AEA365 | A Tip-a-Day by and for Evaluators

TAG | transcription

Hi y’all, we are Anne Rudnicki, Bruce Niebuhr, Mary Jo Urbani and Virginia Niebuhr from the pedi.edtech faculty development project at the University of Texas Medical Branch. For our evaluation, we needed to transcribe faculty interviews. Transcription is time-consuming; and paying transcriptionists and/or purchasing voice recognition software can be expensive.

We found that Google Voice Typing makes excellent quality transcriptions, for free. You need a Google account, computer, external microphone, and an external audio recorder.  The interview is transcribed in real time and the text automatically saved into a Google Doc by the time you finish the interview.

These instructions are for Windows computers. Mac instructions will vary.

Requirements:

  • Chrome browser
  • Google account. If none, create an account
  • Quality external microphone (not the built-in)
  • Separate digital audio recorder or smart phone for back-up
  • Quiet room

Instructions:

  1. Plug mic into PC. On the task bar at the lower right on your monitor, right click the speaker icon.  Click “Recording Devices.” Select your microphone.
  2. Using Chrome browser, go to www.google.com
  3. Click the Google Apps icon.
  4. Open Google Drive app. You may be asked to log into your Google account.
  5. Click NEW
  6. Choose Google Docs; open a Blank document.
  7. Open Tools
  8. Select Voice Typing

    (click for larger image)

  9. Choose Click to Speak
  10. Begin interview (make sure the person being interviewed speaks into the microphone).
  11. Click the red recording icon to stop
  12. The file is immediately and automatically saved in Google Docs.
  13. To move the transcription out of the cloud, go to File menu, “Download as,” choose the Word option. The transcription will be saved as “untitled” Word document in the Downloads folder of your PC. Rename the file and save elsewhere.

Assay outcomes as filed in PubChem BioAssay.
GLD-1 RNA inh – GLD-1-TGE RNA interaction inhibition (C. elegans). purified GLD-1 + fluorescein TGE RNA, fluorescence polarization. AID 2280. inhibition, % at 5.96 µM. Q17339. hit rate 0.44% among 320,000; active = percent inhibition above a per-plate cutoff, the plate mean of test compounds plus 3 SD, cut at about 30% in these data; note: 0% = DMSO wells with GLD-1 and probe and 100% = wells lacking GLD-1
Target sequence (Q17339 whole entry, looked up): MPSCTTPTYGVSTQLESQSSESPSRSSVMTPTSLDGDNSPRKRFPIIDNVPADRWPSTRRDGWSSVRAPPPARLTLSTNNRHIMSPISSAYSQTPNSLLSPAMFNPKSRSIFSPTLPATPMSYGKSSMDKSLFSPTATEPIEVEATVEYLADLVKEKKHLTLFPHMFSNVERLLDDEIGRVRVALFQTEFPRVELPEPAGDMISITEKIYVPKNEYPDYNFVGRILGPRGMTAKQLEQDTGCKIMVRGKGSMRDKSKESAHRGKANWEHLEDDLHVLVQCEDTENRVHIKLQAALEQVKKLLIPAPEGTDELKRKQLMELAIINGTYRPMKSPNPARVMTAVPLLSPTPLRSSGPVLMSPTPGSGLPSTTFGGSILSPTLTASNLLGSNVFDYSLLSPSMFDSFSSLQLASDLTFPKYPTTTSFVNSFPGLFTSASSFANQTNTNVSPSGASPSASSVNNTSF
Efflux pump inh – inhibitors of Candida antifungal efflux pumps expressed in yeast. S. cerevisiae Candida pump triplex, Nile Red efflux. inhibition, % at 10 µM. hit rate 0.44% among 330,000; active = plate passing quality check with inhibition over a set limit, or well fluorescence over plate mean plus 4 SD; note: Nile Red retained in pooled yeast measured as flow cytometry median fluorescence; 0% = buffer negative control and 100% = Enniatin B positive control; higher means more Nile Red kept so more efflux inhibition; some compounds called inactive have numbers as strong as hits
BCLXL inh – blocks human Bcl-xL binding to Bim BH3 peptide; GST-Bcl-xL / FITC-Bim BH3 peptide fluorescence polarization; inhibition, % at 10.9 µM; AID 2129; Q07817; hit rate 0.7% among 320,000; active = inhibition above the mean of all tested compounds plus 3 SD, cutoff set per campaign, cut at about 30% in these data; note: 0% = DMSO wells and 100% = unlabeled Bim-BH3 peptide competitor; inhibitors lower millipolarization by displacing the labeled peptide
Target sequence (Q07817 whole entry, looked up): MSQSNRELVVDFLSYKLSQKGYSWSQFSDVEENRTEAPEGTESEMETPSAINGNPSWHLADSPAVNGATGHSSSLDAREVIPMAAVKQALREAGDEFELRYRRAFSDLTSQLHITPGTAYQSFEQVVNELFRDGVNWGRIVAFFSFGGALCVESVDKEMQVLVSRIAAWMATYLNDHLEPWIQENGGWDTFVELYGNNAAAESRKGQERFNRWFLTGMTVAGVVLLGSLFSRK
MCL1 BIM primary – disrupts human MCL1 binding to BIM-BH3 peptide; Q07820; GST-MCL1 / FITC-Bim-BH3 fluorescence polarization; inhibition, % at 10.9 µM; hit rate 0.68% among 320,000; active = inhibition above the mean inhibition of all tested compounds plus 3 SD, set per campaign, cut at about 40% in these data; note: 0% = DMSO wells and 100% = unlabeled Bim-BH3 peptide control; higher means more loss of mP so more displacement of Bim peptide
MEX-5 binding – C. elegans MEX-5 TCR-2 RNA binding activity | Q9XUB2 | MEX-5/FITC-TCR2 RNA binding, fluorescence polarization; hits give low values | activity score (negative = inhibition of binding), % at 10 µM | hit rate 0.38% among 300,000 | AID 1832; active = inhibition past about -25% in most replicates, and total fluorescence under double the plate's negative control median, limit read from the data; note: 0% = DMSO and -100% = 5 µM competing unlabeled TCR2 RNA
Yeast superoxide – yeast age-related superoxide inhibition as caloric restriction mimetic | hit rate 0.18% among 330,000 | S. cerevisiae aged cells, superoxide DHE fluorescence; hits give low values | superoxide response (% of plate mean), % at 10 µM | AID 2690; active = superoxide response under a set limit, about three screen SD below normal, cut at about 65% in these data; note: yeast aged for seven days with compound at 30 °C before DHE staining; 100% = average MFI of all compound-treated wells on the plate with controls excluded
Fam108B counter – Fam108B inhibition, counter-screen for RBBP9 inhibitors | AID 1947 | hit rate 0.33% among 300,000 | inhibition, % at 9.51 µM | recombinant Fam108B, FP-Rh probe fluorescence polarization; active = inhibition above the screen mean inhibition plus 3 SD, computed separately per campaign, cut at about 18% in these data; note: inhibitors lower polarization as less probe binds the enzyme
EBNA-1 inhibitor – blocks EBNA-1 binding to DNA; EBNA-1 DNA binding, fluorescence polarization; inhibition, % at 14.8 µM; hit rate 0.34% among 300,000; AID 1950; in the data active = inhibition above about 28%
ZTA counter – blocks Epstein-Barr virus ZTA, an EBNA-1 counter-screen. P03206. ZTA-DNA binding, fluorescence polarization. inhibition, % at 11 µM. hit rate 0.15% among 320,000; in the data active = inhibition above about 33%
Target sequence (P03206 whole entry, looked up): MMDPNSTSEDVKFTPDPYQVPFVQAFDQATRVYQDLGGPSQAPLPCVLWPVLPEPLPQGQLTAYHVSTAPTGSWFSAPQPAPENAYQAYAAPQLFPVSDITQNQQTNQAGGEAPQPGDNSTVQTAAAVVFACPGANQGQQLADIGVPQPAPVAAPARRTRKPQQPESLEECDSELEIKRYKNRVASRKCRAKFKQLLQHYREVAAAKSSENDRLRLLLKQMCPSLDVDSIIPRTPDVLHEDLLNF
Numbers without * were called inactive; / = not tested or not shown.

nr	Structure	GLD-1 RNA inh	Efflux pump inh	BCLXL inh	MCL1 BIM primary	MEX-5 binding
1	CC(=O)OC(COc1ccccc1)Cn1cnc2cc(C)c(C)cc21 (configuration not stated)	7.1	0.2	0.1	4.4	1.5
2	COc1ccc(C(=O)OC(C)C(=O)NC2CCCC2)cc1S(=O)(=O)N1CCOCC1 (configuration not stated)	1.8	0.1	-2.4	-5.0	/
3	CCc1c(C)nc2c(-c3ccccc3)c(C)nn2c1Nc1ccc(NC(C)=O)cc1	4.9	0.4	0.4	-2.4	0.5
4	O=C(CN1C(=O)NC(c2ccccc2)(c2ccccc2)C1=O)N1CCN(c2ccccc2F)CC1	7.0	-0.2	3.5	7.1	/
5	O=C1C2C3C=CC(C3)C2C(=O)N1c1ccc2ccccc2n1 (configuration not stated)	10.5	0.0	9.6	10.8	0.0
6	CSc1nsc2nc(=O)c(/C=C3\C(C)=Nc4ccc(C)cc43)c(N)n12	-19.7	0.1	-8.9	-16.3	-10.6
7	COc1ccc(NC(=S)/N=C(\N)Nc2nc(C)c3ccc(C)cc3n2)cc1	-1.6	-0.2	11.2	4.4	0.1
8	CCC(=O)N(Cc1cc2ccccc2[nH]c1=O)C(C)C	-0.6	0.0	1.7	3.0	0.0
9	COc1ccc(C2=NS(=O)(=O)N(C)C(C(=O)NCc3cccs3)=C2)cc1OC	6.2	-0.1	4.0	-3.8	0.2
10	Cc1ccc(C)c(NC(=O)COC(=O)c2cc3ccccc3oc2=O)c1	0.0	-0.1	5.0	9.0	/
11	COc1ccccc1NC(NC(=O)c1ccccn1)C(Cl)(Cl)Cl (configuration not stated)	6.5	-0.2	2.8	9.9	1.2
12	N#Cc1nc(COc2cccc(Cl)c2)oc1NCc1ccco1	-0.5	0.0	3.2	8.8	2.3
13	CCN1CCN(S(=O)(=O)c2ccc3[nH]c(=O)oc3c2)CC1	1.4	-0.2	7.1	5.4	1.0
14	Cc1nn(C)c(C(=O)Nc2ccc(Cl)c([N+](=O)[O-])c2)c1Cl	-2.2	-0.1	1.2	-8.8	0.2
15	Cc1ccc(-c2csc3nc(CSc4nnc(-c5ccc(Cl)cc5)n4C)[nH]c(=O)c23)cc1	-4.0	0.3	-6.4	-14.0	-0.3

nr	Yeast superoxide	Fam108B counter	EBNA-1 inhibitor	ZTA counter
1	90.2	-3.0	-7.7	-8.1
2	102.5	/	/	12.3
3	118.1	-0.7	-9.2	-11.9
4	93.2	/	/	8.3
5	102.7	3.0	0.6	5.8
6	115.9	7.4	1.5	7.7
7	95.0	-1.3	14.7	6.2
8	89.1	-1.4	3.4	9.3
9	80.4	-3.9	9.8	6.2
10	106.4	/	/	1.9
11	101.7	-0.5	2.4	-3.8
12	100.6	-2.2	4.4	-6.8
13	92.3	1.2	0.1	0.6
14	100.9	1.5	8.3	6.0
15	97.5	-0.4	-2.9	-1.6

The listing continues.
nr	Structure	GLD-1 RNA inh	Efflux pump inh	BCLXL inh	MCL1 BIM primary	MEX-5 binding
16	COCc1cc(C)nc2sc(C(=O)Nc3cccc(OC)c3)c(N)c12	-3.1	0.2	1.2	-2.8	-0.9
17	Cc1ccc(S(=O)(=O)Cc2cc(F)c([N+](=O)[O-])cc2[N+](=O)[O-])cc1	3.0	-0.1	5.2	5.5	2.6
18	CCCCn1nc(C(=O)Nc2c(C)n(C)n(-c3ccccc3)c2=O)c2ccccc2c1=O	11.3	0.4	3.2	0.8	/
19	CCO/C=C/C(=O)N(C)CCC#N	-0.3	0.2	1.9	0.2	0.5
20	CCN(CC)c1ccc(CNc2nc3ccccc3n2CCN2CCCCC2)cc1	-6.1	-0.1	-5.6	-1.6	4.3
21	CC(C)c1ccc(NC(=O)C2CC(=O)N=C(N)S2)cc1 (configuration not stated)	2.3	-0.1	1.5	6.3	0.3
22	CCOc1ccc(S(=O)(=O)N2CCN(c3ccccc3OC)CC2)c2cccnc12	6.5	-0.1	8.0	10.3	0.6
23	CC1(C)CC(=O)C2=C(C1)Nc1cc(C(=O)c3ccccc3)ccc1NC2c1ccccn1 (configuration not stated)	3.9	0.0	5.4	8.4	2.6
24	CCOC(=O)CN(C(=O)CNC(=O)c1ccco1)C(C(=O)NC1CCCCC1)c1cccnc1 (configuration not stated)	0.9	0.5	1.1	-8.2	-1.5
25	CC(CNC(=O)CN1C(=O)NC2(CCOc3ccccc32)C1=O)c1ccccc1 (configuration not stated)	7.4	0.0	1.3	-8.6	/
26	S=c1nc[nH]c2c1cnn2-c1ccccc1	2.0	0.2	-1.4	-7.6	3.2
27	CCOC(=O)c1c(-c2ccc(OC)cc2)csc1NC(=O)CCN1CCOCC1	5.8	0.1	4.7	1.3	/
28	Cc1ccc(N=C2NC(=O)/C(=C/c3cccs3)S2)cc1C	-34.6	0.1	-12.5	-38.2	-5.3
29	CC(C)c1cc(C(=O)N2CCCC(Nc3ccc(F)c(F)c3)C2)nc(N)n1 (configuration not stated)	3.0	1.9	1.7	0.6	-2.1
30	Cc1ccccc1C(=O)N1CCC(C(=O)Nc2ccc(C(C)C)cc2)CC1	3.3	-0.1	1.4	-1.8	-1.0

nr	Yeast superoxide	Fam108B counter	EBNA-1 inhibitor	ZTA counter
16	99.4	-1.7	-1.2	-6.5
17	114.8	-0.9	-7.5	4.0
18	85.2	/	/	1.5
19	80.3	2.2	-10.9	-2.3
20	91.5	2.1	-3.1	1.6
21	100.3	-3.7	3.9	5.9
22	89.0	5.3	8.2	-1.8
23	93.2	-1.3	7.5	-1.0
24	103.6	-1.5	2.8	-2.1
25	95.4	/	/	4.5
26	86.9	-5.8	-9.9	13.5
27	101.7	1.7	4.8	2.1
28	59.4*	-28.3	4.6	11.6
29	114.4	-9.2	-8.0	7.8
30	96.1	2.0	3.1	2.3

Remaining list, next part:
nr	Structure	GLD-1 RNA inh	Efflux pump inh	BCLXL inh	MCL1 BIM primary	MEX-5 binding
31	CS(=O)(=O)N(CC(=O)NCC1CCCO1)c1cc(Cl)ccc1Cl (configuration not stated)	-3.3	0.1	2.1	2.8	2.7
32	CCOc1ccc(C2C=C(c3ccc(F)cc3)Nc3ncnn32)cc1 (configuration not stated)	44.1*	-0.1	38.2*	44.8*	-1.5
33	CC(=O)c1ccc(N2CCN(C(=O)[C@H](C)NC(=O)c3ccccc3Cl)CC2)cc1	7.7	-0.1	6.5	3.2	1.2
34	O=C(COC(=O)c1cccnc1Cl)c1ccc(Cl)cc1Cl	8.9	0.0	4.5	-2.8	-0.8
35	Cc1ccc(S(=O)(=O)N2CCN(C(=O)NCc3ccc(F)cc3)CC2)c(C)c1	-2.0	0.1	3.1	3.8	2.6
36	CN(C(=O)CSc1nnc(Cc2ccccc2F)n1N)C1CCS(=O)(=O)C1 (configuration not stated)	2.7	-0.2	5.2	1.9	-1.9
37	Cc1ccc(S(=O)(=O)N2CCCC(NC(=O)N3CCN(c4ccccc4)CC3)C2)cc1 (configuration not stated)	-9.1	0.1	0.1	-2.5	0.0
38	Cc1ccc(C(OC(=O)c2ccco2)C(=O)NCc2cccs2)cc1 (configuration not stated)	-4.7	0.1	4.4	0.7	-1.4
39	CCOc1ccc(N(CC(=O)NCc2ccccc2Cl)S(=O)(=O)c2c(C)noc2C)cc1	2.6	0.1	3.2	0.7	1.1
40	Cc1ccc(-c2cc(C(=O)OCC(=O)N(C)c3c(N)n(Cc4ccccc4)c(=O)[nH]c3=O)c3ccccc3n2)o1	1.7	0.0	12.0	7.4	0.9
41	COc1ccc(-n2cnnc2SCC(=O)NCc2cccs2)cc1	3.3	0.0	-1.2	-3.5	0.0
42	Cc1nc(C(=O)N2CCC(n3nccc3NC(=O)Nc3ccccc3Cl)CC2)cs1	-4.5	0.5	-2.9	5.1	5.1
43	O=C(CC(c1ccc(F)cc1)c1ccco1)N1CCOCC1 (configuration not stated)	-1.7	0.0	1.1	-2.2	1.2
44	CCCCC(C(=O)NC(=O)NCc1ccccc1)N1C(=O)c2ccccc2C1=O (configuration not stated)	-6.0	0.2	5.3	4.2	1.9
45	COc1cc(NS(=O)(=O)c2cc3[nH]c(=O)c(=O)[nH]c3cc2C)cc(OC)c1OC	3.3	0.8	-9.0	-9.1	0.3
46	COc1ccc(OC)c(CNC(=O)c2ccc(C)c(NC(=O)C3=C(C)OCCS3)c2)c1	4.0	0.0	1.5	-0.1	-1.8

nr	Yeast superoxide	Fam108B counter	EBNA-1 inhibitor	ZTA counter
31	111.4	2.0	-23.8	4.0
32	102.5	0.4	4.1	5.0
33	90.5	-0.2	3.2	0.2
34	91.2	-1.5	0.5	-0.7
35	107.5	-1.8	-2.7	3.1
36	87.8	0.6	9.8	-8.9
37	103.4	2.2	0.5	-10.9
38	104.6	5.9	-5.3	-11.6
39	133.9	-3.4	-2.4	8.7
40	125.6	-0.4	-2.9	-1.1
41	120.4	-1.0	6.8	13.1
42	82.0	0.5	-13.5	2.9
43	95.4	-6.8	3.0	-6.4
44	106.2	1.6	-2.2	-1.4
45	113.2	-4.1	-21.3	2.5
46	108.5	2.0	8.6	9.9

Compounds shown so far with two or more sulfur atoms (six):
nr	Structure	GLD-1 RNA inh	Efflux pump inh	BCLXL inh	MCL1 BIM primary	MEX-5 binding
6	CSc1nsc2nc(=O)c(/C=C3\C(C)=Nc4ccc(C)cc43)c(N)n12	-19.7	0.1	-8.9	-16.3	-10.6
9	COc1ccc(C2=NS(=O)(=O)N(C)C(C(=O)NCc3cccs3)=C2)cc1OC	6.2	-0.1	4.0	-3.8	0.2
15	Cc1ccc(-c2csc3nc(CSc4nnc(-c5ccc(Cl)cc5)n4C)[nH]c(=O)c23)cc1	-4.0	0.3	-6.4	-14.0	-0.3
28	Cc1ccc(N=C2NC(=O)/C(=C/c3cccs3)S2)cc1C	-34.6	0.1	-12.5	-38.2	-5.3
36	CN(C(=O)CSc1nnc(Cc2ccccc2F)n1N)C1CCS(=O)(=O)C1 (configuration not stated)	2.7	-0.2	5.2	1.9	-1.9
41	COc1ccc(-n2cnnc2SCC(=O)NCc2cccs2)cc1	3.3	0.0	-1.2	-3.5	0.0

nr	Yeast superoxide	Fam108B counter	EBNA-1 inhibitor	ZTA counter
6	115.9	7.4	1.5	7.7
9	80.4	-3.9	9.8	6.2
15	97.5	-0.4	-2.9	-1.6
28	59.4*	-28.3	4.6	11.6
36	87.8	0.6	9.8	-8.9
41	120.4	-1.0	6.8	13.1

Lessons Learned:

  • Practice the above steps several times to become confident.
  • Because Google Voice Typing works over the Internet, there can be dropouts in the transcripts. Use the digital voice recording as a backup. Listen to this recording to fill in gaps and correct transcription errors.
  • We recommend using the Google Doc merely for temporary storage. After downloading the file, delete the files from the cloud. This adds to the security and privacy of your data.
  • This does not work well for focus groups – too many voices at one time.

 Rad Resource:

Linda Cabral and Laura Sefton describe how to use Dragon voice recognition software, a good tool but not free.

Do you have questions, concerns, kudos, or content to extend this aea365 contribution? Please add them in the comments section for this post on the aea365 webpage so that we may enrich our community of practice. Would you like to submit an aea365 Tip? Please send a note of interest to aea365@eval.org . aea365 is sponsored by the American Evaluation Association and provides a Tip-a-Day by and for evaluators.